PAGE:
Cost Effectiveness Analysis of Different Management Strategies between Best Supportive Care and Second-line Chemotherapy for Platinum-resistant or Refractory Ovarian Cancer

  • Luealon, Phanida (Department of Obstetrics and Gynecology, Faculty of Medicine, Chulalongkorn University) ;
  • Khempech, Nipon (Department of Obstetrics and Gynecology, Faculty of Medicine, Chulalongkorn University) ;
  • Vasuratna, Apichai (Department of Obstetrics and Gynecology, Faculty of Medicine, Chulalongkorn University) ;
  • Hanvoravongchai, Piya (Department of Preventive and Social Medicine, Faculty of Medicine, Chulalongkorn University) ;
  • Havanond, Piyalamporn (College of Public Health Science, Chulalongkorn University)
  • Published : 2016.03.07


Background: There is no standard treatment for patients with platinum-resistant or refractory epithelial ovarian cancer. Single agent chemotherapies have evidence of more efficacy and less toxicity than combination therapy. Most are very expensive, with appreciable toxicity and minimal survival. Since it is difficult to make comparison between outcomes, economic analysis of single-agent chemotherapy regimens and best supportive care may help to make decisions about an appropriate management for the affected patients. Objective: To evaluate the cost effectiveness of second-line chemotherapy compared with best supportive care for patients with platinum-resistant or refractory epithelial ovarian cancer. Materials and Methods: A Markov model was used to estimate the effectiveness and total costs associated with treatments. The hypothetical patient population comprised women aged 55 with platinum-resistant or refractory epithelial ovarian cancer. Four types of alternative treatment options were evaluated: 1) gemcitabine followed by BSC; 2) pegylated liposomal doxorubicin (PLD) followed by BSC; 3) gemcitabine followed by topotecan; and 4) PLD followed by topotecan. Baseline comparator of alternative treatments was BSC. Time horizon of the analysis was 2 years. Health care provider perspective and 3% discount rate were used to determine the costs of medical treatment in this study. Quality-adjusted life-years (QALY) were used to measure the treatment effectiveness. Treatment effectiveness data were derived from the literature. Costs were calculated from unit cost treatment of epithelial ovarian cancer patients at various stages of disease in King Chulalongkorn Memorial Hospital (KCMH) in the year 2011. Parameter uncertainty was tested in probabilistic sensitivity analysis by using Monte Carlo simulation. One-way sensitivity analysis was used to explore each variable's impact on the uncertainty of the results. Results: Approximated life expectancy of best supportive care was 0.182 years and its total cost was 26,862 Baht. All four alternative treatments increased life expectancy. Life expectancy of gemcitabine followed by BSC, PLD followed by BSC, gemcitabine followed by topotecan and PLD followed by topotecan was 0.510, 0.513, 0.566, and 0.570 years, respectively. The total cost of gemcitabine followed by BSC, PLD followed by BSC, gemcitabine followed by topotecan and PLD followed by topotecan was 113,000, 124,302, 139,788 and 151,135 Baht, respectively. PLD followed by topotecan had the highest expected quality-adjusted life-years but was the most expensive of all the above strategies. The incremental cost-effectiveness ratios (ICER) of gemcitabine followed by BSC, PLD followed by BSC, gemcitabine followed by topotecan and PLD followed by topotecan was 344,643, 385,322, 385,856, and 420,299 Baht, respectively. Conclusions: All of the second-line chemotherapy strategies showed certain benefits due to an increased life-year gained compared with best supportive care. Moreover, gemcitabine as second-line chemotherapy followed by best supportive care in progressive disease case was likely to be more effective strategy with less cost from health care provider perspective. Gemcitabine was the most cost-effective treatment among all four alternative treatments. ICER is only an economic factor. Treatment decisions should be based on the patient benefit.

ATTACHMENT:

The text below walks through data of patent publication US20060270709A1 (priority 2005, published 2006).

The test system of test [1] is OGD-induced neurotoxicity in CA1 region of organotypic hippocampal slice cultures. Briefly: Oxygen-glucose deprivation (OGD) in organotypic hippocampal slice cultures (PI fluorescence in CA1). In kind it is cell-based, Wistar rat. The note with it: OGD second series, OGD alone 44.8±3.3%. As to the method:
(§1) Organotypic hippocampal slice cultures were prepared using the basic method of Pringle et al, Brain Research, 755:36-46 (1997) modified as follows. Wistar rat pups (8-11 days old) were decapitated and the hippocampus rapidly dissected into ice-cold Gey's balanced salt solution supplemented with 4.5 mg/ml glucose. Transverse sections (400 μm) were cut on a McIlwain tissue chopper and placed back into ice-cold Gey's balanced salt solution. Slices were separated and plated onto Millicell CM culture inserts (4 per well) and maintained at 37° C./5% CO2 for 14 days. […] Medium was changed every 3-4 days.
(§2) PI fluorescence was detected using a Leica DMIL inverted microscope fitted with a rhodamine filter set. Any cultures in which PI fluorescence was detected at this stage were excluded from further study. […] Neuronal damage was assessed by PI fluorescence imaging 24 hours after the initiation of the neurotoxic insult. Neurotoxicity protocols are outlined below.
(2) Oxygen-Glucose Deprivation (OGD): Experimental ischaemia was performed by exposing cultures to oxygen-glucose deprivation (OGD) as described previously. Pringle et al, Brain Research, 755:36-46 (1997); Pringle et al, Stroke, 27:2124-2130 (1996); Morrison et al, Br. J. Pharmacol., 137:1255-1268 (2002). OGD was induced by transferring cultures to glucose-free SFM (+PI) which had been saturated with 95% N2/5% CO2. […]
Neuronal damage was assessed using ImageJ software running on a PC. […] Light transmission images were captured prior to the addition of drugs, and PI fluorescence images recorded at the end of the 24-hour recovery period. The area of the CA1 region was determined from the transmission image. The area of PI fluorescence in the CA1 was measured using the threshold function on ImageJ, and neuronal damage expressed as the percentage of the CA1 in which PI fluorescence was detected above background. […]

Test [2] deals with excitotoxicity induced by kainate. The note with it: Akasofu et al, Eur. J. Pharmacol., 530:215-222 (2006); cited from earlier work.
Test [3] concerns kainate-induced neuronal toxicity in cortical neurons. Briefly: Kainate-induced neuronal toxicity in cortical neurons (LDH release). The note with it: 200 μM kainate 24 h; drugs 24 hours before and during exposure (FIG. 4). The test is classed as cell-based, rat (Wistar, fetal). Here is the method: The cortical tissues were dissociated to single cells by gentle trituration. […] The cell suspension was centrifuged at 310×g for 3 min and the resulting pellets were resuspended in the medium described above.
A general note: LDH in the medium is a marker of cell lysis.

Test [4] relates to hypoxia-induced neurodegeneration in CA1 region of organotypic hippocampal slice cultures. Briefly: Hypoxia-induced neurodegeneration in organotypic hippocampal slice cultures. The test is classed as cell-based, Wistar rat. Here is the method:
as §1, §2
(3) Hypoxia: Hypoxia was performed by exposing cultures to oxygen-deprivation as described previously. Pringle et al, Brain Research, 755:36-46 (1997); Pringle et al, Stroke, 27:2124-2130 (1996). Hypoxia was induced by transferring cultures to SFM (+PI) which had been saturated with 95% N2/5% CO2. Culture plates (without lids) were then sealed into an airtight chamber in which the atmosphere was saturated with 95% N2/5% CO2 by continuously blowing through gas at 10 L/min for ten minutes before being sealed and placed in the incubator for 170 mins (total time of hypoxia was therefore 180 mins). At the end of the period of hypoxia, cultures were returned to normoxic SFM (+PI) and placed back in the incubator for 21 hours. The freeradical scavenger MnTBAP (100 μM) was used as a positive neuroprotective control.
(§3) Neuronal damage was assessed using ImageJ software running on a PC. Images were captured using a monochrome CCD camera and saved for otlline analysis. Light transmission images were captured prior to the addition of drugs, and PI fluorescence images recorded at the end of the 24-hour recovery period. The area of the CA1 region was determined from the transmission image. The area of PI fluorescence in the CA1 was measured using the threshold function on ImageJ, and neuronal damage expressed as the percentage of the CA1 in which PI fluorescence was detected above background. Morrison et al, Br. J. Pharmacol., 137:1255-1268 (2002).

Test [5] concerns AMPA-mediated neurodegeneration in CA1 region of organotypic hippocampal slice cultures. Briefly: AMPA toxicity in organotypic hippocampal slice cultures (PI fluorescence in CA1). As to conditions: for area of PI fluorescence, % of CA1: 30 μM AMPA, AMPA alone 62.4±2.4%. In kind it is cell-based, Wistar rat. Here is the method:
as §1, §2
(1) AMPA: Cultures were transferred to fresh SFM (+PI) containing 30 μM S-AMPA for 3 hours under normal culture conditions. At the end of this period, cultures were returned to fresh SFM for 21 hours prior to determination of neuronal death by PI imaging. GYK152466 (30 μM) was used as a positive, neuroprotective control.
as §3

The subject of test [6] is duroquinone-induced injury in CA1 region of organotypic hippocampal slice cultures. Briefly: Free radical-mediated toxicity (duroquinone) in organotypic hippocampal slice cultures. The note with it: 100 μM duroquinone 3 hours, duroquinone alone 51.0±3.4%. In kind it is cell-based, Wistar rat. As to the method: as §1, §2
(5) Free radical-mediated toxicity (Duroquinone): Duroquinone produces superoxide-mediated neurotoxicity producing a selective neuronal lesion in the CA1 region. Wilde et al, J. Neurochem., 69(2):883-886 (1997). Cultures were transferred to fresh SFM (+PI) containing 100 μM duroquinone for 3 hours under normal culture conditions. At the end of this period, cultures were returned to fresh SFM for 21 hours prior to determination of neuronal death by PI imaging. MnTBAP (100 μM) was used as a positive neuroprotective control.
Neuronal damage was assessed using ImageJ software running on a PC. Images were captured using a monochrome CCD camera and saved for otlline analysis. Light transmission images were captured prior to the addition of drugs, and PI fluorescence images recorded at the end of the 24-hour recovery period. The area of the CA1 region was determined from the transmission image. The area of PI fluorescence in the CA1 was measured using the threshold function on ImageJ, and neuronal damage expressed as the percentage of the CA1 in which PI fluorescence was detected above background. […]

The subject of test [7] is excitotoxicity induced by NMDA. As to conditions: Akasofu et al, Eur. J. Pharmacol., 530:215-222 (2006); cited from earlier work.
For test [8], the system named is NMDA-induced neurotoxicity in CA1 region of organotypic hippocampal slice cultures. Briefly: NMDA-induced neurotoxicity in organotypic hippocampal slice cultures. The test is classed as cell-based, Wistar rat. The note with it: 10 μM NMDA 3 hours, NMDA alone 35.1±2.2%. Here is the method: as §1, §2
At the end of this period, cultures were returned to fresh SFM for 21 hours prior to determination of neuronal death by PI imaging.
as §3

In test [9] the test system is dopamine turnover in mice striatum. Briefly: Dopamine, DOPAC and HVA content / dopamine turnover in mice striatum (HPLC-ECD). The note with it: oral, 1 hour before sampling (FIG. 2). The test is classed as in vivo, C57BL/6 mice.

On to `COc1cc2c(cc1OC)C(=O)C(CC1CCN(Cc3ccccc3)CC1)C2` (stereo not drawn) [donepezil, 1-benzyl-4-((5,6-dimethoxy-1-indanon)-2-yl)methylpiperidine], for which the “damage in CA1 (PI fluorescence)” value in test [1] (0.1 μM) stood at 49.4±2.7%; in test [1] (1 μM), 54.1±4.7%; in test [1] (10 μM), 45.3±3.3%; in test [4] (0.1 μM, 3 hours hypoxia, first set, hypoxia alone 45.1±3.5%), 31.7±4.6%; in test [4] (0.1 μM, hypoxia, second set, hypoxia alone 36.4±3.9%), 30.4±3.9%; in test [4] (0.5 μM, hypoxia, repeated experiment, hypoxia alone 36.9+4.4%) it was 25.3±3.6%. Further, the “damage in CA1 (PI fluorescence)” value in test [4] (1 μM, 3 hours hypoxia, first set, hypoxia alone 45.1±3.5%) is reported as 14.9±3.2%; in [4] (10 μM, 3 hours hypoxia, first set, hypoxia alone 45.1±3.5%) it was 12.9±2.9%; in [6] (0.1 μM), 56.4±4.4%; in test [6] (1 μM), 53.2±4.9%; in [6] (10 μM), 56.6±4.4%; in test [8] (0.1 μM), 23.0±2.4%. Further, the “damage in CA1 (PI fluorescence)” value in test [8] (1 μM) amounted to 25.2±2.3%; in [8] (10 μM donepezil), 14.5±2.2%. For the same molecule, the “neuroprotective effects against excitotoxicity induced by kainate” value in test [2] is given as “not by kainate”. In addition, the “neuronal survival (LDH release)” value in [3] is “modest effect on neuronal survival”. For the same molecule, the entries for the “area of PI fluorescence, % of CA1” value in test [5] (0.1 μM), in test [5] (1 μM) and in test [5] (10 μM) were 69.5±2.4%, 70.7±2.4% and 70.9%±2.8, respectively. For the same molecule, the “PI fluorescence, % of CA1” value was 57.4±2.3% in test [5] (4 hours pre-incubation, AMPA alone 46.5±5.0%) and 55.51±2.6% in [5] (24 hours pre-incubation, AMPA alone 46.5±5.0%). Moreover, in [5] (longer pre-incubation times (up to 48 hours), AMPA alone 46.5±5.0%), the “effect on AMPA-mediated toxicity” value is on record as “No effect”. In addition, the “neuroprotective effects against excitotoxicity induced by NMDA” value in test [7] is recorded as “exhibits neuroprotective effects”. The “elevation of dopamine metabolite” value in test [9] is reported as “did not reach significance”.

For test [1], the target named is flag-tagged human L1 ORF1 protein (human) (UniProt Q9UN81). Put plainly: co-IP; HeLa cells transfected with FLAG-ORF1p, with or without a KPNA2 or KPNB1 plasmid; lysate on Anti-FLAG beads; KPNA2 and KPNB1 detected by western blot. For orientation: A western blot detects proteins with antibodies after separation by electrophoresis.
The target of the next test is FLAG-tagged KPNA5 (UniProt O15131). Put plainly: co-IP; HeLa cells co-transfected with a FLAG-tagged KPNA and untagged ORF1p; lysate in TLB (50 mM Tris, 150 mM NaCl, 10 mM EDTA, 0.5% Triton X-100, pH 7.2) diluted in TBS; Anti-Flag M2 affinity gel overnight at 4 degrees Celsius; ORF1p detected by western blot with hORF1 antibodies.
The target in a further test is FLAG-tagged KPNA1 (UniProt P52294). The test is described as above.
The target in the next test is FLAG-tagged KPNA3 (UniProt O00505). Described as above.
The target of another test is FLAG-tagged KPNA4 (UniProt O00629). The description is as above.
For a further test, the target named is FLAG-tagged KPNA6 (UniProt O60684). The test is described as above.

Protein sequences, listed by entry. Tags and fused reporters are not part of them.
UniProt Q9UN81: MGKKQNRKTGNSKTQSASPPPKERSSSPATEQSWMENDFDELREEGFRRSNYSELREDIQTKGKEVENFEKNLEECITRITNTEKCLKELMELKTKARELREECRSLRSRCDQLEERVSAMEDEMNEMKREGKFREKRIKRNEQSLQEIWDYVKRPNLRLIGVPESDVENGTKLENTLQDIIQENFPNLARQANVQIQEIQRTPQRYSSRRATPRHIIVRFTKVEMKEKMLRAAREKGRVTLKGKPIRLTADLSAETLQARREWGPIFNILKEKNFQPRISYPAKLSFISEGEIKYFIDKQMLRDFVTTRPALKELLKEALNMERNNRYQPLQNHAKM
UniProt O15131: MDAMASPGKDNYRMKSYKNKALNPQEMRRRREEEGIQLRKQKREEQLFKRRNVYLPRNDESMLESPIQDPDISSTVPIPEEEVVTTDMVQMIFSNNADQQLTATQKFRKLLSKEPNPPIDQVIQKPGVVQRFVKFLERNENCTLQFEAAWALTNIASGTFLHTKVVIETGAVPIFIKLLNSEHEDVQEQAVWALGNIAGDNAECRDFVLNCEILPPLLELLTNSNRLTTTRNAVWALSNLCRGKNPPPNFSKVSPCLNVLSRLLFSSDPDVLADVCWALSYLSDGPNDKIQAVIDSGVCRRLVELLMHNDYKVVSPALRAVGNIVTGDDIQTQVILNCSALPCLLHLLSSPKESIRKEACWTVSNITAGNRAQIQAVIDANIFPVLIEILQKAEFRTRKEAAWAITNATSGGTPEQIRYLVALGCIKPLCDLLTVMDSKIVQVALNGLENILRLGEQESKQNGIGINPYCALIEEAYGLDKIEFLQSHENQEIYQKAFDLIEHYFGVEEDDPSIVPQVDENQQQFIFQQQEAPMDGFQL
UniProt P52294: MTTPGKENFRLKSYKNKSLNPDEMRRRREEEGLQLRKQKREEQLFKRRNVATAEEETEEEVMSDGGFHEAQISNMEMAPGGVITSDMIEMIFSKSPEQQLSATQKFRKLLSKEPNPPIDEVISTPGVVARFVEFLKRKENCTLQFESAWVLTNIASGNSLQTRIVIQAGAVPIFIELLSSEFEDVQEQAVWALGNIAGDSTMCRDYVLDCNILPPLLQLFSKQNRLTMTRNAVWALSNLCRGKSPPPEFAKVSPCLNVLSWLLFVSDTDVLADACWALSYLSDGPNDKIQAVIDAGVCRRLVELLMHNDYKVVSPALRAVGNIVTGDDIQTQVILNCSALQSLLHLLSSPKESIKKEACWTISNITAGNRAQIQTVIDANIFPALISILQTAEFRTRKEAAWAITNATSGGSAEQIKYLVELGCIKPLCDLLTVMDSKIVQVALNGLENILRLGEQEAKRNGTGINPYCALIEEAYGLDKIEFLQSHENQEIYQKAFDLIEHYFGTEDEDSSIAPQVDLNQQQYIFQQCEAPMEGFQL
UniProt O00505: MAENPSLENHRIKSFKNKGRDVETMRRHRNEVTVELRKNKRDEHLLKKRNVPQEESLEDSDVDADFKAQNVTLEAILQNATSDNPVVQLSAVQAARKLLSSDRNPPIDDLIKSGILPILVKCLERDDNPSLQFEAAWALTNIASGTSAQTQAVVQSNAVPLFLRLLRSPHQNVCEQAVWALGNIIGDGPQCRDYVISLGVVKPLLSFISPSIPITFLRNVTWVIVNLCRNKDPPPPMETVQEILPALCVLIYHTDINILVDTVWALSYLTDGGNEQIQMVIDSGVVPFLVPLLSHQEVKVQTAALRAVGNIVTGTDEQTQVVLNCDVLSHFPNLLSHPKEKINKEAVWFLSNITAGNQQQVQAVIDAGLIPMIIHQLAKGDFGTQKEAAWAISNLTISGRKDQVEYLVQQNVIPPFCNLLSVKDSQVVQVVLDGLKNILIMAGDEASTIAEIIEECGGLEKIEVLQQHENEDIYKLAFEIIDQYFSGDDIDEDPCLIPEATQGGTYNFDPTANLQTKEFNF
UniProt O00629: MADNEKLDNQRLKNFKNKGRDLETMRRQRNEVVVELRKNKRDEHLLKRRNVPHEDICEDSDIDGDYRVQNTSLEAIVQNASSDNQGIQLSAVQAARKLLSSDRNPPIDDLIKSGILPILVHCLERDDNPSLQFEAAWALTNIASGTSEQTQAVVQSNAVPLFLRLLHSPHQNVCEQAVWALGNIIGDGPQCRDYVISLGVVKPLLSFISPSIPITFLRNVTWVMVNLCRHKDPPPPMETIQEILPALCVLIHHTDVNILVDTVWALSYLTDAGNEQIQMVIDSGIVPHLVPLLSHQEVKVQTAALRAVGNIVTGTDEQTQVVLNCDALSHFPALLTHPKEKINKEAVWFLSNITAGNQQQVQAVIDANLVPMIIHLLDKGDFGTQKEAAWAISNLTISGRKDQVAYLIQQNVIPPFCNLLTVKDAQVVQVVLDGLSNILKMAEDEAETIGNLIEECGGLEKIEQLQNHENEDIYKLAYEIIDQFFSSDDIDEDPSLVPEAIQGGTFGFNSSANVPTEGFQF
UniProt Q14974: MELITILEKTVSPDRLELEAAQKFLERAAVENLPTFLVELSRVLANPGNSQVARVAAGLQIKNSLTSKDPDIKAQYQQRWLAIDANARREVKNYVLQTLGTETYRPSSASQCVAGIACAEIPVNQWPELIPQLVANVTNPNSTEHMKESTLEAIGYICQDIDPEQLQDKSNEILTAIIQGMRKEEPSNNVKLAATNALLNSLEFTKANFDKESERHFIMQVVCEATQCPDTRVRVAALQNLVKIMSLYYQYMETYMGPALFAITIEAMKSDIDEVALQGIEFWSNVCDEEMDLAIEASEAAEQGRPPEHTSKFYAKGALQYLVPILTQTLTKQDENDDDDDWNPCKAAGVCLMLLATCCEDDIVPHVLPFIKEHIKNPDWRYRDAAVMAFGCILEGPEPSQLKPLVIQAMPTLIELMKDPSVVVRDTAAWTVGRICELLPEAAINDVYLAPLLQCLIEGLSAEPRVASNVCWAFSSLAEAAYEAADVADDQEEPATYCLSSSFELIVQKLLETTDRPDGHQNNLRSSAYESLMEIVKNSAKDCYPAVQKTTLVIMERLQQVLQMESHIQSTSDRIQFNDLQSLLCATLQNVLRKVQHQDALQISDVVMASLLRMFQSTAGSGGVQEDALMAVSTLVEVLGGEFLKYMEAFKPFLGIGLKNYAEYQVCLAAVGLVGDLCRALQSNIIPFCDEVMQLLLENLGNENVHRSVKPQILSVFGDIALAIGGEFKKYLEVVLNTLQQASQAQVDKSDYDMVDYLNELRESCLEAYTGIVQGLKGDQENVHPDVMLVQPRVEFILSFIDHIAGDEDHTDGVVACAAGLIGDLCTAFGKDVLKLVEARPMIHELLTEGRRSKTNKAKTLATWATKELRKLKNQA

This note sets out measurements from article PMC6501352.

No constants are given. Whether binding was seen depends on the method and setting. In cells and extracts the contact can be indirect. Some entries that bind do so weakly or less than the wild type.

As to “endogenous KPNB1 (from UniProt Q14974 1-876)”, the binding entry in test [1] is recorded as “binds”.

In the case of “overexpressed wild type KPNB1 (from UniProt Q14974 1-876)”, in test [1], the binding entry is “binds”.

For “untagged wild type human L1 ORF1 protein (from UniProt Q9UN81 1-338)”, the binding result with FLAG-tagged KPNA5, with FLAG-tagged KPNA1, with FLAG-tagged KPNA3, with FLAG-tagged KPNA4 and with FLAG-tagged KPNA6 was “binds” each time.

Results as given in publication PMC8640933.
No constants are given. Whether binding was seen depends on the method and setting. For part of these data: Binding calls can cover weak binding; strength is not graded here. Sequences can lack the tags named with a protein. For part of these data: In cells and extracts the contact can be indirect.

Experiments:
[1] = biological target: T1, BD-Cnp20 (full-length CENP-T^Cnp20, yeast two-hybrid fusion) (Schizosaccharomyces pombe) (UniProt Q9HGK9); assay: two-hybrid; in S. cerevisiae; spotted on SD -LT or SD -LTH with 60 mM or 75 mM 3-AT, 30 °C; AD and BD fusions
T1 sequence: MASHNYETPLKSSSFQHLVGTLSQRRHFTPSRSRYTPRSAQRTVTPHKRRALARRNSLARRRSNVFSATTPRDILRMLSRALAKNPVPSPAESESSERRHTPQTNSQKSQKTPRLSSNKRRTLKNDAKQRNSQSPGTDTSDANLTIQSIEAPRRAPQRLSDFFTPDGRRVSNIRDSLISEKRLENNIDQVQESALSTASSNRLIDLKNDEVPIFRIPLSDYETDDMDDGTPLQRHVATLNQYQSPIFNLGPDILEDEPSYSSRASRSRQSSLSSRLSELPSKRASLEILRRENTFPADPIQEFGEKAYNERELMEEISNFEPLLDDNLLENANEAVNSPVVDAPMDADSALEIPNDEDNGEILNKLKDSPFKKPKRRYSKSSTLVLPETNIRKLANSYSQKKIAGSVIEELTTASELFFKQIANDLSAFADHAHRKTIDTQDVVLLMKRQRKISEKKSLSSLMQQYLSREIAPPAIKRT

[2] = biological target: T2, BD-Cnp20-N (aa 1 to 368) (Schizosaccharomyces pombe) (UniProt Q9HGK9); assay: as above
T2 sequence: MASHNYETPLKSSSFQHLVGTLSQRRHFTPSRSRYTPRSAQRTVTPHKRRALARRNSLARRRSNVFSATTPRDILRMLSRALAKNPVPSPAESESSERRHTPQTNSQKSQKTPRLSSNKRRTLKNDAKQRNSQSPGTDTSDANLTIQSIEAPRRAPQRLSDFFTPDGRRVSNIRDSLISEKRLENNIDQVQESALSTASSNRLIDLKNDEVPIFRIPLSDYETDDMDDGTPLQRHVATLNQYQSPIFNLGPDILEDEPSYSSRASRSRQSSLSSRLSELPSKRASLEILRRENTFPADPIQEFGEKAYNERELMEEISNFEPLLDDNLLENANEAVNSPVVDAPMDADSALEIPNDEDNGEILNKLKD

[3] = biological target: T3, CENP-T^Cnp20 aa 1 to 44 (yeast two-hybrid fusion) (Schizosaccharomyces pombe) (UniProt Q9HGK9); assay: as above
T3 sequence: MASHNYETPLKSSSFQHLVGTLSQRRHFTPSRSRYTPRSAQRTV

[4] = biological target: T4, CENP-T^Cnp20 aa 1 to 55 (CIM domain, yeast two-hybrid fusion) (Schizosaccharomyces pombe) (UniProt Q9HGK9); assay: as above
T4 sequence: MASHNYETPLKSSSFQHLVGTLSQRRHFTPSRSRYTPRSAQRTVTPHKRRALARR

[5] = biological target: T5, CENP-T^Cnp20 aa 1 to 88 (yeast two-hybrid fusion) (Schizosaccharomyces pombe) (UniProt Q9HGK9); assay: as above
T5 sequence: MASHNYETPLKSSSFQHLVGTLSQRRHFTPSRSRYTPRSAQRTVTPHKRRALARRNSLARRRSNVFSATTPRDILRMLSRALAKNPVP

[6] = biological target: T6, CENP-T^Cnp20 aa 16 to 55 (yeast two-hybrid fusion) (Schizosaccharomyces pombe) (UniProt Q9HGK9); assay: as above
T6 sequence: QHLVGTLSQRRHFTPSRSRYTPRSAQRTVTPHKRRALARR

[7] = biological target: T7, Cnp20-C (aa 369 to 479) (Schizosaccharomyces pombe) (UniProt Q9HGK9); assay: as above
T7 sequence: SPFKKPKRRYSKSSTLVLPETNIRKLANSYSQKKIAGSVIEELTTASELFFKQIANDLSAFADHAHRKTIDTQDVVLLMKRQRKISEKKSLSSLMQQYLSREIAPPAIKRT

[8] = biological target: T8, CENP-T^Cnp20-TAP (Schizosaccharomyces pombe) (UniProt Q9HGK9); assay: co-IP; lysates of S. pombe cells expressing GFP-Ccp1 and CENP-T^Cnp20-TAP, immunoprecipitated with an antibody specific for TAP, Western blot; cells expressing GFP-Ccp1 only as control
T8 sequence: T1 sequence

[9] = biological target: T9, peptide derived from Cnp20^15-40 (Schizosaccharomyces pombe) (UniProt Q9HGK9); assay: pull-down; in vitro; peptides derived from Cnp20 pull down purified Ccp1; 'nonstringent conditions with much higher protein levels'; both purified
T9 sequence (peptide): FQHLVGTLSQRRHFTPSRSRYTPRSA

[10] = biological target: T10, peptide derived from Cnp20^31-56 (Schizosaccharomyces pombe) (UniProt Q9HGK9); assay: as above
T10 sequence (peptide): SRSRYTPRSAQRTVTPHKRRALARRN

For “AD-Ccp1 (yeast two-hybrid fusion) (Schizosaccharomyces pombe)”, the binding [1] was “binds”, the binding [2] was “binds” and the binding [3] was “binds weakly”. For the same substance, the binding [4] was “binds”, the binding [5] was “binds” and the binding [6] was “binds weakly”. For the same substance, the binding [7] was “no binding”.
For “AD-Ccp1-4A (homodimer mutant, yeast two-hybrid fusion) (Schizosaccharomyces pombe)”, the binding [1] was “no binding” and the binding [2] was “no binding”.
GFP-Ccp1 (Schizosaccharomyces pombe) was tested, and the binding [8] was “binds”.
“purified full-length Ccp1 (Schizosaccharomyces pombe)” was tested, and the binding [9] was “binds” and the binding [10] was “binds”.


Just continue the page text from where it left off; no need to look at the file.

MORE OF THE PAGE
Cost-effectiveness analysis;chemotherapy;best supportive care;recurrent-platinum ovarian cancer


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